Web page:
The rise of fascism in Europe also shifted the Communist Party’s thinking about immigration and anti-racism. Since the 1920s, Italians had come to Australia to escape the Fascist regime under Benito Mussolini and after the Nazi’s ascension to power in 1933, a small number of Germans fled to Australia, followed by a small number of Jewish refugees in late 1930s (who were initially refused permission by the Australian government).[31] These refugees from fascism ignited sympathy amongst many Australian workers, with the Communist Party, trading on its anti-fascist credentials, pushing for a greater intake of refugees and criticising the Australian government for its racialism. In August 1937, the Party castigated the Lyons government and the mainstream press for using ‘the language of Hitler’ in referring to incoming migrants as ‘undesirable’ and ‘physically and mentally inferior’.[32] ‘This question of “superiority” and “inferiority” in races’, the Party editorialised, ‘is one of the vilest features of fascism and its ideology’, and was also, according to the CPA, ‘one of the most effective weapons in the hands of capitalism for splitting their ranks.’[33]

Until the outbreak of the Second World War, the CPA campaigned for a greater intake of refugees from Europe. For example, an editorial from February 1939 stated:

The great Australian labor movement must fight for the rescue of these [refugees], our brave fellow-workers. The working class must see that these destitute people of our own class are not allowed to starve or be returned to the fascist terror merely because they have no money…

The Lyons government must be compelled to assist financially working-class refugees from fascist barbarism.[34]

Although the Communist Party continued to argue against ‘mass immigration’, they characterised the arrival of these refugees as a ‘special problem’ that had been ‘created with the rise of fascism’.[35] The Party thus claimed that the Australian working class ‘can be nothing but sympathetic to the victims of fascist terror and anxious to assist in securing sanctuary for them.’[36]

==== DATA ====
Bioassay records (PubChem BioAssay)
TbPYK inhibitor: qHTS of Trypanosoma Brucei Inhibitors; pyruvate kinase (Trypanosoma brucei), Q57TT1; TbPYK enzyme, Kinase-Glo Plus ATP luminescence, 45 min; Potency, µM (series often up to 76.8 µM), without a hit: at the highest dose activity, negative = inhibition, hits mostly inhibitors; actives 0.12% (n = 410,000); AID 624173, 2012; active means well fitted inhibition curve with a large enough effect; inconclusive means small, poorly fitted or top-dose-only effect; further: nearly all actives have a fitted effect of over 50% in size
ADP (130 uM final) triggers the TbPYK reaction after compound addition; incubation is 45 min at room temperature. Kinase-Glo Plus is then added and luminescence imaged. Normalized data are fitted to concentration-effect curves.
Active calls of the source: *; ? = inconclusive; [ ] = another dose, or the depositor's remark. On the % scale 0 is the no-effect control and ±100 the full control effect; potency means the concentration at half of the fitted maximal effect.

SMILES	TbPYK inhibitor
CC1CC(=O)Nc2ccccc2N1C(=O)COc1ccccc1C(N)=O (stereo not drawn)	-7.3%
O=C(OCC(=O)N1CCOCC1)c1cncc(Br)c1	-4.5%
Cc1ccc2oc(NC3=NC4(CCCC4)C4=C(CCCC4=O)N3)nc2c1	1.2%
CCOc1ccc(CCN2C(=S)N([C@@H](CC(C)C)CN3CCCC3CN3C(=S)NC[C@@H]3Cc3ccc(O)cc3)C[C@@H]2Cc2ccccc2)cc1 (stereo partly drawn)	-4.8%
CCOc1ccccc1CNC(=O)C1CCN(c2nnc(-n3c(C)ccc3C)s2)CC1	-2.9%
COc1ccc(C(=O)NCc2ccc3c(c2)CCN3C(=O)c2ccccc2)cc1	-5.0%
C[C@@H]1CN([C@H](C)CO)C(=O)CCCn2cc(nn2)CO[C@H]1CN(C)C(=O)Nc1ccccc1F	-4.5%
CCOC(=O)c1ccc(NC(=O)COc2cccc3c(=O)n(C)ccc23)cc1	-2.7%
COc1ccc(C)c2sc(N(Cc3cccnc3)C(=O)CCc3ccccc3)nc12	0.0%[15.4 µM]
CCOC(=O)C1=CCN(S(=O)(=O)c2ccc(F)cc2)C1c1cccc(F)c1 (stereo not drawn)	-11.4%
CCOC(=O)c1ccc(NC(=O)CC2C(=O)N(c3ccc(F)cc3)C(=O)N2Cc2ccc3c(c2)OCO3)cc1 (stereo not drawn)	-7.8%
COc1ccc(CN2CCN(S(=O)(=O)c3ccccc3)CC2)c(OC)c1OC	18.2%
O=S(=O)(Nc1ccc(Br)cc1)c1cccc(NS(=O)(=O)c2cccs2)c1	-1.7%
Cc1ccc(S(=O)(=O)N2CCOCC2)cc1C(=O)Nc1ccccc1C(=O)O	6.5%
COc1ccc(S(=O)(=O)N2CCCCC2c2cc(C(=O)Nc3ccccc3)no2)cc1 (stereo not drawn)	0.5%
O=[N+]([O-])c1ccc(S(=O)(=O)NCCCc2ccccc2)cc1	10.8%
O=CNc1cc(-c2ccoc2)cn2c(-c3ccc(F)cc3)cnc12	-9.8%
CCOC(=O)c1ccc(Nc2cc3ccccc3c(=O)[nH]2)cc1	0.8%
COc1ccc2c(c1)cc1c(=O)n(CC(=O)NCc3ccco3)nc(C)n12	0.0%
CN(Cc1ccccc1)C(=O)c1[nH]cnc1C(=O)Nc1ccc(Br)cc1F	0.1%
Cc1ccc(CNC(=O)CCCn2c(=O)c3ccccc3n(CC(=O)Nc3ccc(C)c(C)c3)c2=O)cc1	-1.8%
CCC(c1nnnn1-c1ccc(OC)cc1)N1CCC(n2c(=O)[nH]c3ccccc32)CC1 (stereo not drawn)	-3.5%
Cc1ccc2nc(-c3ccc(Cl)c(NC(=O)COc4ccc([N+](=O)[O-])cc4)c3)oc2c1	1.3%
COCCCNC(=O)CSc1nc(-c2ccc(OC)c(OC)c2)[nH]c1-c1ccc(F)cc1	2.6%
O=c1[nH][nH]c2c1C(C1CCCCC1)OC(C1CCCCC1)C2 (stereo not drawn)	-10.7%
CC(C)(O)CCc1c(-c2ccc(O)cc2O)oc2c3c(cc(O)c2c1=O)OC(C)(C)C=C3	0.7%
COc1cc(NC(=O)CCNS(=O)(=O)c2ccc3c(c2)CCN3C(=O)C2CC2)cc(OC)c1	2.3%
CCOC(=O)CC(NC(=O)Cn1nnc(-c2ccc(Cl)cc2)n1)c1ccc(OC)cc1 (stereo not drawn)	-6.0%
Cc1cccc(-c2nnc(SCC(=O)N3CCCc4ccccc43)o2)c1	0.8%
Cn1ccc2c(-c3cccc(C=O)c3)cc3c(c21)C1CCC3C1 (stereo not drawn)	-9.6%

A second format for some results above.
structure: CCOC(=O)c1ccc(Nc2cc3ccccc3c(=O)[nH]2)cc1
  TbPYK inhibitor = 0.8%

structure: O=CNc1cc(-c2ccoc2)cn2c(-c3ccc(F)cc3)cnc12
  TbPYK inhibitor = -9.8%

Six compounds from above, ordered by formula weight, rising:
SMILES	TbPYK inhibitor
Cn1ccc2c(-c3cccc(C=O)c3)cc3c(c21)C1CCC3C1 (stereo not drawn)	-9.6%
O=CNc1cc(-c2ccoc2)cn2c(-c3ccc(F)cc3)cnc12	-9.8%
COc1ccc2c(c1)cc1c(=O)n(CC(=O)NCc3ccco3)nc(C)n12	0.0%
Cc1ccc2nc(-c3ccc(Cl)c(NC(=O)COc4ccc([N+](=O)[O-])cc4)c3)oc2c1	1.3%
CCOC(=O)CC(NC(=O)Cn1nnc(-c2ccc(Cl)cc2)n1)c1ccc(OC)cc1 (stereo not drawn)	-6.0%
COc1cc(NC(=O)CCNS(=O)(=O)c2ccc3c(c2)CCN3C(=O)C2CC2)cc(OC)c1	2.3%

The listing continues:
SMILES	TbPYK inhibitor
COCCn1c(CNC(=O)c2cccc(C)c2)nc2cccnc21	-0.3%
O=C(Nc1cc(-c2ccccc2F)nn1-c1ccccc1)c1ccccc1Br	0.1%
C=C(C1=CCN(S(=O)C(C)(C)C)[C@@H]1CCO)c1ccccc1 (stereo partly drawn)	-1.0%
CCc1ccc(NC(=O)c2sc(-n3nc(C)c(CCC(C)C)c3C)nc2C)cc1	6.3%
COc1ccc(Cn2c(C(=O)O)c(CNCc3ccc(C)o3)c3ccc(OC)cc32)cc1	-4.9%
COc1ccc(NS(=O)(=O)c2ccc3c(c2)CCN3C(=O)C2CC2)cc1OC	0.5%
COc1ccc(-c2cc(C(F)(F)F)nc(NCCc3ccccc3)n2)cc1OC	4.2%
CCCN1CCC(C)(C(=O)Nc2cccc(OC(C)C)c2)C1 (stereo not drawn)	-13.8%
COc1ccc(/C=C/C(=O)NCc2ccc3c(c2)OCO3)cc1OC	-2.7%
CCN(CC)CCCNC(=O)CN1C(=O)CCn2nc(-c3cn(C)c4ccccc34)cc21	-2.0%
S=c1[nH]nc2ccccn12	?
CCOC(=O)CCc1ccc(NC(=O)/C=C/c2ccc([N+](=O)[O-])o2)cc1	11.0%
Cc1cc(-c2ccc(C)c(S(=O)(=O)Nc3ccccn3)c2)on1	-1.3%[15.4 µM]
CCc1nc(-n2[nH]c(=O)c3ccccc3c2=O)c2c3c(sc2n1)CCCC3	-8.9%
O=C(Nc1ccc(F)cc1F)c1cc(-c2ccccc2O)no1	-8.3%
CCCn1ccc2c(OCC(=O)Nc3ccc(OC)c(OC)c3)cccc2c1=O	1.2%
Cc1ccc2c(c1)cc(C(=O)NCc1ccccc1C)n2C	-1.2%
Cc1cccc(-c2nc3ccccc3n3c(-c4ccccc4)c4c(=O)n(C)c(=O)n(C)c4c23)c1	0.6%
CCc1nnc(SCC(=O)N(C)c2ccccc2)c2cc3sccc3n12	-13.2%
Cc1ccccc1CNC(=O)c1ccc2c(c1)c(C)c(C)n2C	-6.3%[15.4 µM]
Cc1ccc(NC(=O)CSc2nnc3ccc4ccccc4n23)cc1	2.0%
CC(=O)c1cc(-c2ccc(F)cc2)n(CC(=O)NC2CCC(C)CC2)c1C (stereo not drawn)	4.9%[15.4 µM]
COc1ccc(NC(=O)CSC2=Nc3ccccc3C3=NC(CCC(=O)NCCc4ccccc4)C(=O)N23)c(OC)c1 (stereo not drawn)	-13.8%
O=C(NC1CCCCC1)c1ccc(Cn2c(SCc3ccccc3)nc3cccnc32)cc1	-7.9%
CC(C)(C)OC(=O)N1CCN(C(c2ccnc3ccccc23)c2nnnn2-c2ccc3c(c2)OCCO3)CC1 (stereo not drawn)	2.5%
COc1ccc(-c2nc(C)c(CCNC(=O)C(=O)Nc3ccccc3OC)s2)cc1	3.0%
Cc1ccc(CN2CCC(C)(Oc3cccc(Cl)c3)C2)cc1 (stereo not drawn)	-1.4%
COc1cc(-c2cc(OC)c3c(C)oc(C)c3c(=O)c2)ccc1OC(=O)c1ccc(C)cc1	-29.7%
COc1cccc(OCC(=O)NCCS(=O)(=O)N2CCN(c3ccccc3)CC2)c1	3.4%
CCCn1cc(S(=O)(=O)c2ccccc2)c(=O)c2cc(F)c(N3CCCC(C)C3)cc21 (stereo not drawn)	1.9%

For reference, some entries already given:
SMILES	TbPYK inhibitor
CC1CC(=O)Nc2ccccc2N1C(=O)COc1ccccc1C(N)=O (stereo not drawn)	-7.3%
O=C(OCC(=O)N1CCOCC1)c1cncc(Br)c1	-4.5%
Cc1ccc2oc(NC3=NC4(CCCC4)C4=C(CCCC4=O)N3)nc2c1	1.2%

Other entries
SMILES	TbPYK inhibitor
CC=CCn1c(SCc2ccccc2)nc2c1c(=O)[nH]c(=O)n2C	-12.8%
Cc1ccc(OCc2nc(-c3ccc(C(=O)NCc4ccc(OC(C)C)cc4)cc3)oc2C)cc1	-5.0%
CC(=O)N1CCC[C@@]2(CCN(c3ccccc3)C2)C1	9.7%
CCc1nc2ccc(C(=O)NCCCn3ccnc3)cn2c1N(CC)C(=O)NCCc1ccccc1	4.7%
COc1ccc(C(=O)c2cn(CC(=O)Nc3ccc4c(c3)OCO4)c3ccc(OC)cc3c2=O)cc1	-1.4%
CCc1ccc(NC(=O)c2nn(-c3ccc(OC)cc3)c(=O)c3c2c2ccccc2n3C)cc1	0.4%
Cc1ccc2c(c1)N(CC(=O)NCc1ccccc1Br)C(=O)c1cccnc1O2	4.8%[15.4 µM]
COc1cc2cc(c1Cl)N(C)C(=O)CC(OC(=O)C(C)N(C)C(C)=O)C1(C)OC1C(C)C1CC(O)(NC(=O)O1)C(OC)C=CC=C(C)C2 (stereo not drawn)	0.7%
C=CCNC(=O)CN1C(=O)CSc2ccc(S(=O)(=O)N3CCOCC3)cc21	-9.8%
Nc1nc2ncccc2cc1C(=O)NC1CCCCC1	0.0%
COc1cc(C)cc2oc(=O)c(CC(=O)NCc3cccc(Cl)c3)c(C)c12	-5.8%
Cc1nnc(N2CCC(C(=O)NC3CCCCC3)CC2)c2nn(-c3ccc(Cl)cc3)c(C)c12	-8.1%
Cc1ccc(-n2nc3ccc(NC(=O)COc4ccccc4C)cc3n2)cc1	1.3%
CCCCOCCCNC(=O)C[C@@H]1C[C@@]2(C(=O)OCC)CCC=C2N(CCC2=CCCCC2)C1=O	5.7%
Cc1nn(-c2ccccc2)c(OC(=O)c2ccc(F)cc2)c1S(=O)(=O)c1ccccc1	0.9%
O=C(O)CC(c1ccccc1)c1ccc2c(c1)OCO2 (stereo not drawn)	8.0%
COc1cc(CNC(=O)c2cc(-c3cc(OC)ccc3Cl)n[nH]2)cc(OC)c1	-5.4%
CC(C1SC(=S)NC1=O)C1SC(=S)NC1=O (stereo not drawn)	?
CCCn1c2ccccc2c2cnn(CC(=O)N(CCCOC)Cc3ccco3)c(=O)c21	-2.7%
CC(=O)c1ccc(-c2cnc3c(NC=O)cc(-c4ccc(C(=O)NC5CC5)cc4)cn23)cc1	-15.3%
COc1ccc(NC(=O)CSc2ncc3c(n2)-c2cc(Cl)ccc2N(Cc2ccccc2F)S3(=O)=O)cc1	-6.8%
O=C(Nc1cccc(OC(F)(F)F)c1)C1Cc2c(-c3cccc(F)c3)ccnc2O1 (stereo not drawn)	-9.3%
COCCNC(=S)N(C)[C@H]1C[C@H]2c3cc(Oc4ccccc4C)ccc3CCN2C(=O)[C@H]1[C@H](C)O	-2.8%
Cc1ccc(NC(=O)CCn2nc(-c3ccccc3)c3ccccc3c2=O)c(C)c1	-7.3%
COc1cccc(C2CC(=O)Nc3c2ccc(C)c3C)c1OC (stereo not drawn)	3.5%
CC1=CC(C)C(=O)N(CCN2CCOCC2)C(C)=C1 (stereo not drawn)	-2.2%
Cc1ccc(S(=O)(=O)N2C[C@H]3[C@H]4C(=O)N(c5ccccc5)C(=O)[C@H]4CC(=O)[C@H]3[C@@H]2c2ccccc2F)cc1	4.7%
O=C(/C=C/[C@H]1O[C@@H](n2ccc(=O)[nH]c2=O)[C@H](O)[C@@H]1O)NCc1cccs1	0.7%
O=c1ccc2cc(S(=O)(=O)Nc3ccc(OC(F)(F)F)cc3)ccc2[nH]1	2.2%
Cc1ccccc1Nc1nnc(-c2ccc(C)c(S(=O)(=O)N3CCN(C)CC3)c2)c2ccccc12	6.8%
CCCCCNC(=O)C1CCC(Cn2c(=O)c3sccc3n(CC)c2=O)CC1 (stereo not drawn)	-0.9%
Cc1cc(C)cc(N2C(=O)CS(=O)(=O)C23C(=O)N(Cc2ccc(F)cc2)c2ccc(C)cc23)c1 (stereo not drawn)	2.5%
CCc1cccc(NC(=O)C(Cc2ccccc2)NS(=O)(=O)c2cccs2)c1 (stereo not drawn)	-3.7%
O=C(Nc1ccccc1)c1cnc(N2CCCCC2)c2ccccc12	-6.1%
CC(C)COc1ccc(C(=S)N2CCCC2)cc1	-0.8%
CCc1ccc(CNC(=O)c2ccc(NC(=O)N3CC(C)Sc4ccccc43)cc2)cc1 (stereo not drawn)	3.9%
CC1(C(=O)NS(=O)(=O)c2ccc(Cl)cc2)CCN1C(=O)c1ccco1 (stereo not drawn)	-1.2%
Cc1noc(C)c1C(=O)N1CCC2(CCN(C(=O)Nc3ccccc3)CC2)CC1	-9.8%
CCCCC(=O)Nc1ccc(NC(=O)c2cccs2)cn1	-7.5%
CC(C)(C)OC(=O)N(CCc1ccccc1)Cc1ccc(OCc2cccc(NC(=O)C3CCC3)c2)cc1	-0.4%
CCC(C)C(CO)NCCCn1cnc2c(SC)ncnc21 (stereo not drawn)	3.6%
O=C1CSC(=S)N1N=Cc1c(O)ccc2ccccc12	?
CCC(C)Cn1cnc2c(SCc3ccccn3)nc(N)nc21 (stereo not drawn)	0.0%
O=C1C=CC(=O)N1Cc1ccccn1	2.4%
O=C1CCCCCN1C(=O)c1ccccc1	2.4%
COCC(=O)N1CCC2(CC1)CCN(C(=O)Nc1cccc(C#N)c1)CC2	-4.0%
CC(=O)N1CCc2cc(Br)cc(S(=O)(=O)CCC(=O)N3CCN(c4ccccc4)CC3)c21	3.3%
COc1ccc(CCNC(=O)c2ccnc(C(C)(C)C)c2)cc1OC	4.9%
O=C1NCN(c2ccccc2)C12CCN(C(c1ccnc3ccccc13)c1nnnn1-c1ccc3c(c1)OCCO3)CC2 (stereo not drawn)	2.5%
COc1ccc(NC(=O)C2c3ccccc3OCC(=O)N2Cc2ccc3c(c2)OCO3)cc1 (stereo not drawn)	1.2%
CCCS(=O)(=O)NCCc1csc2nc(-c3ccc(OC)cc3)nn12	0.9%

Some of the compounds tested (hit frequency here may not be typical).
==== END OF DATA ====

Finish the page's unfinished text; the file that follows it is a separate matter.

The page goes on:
The Party built a small cadre of migrant members amongst the Italian, Greek and Jewish communities, especially in Melbourne and Sydney, and became increasingly involved in mobilising the Jewish community towards anti-fascism and support for the war effort. Unlike the British and American Communist Parties,[37] which had built significant Jewish membership in the 1930s due to their militant anti-fascism, the Australian party had to make significant concrete efforts to welcome Jewish members into the Party and combat anti-semitism amongst its members (and the wider labour movement). A 1943 document, intercepted by the security services, outlined the important responsibility of the Australian Communist Party in this field:

  1. To mobilise the labour movement and people generally to understand the nature of anti-semitism, to stamp it out and expose the fascist plans of its purveyors.
  2. To win the Jewish people for the National Front for active participation in the fight against fascism for all progressive activities of the Australian people and for active steps to combat anti-semetism [sic].
  3. To support every step which has as its aim the saving of as many Jewish people as possible from Nazi controlled Europe, to fight for the reconstruction of Jewish life after the war with full rights for all Jews. To participate in carrying out these tasks is the special duty of all Jewish Communists irrespective of what their particular Party activity or responsibility may be, where they may work or amongst whom they may mix.[38]

By war’s end, the Australian far left was in a buoyant mood – the Soviet Union was held in high esteem, European colonies around the world were declaring independence, and with some 23,000 members in 1944 and an ability to exert control over at least 40 per cent of Australia’s unions, the previously marginal CPA had become a force to be reckoned with. At the height of this momentary euphoria, the Party’s Assistant Secretary Richard ‘Dick’ Dixon wrote a short pamphlet entitled Immigration and the White Australia Policy, which captured the Party’s partial awakening to the issues of race and migration—openly attacking the White Australia policy for the first time. Yet, Dixon’s pamphlet straddled a difficult course – challenging the labour movement’s long history of opposing coloured immigration, while arguing to retain the wages and conditions that ‘white Australia’ maintained.[39]

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[1] Marilyn Lake & Henry Reynolds, Drawing the Global Colour Line: White men’s Countries and the Question of Racial Equality (Carlton, Vic.: Melbourne University Press, 2008)pp. 6-7.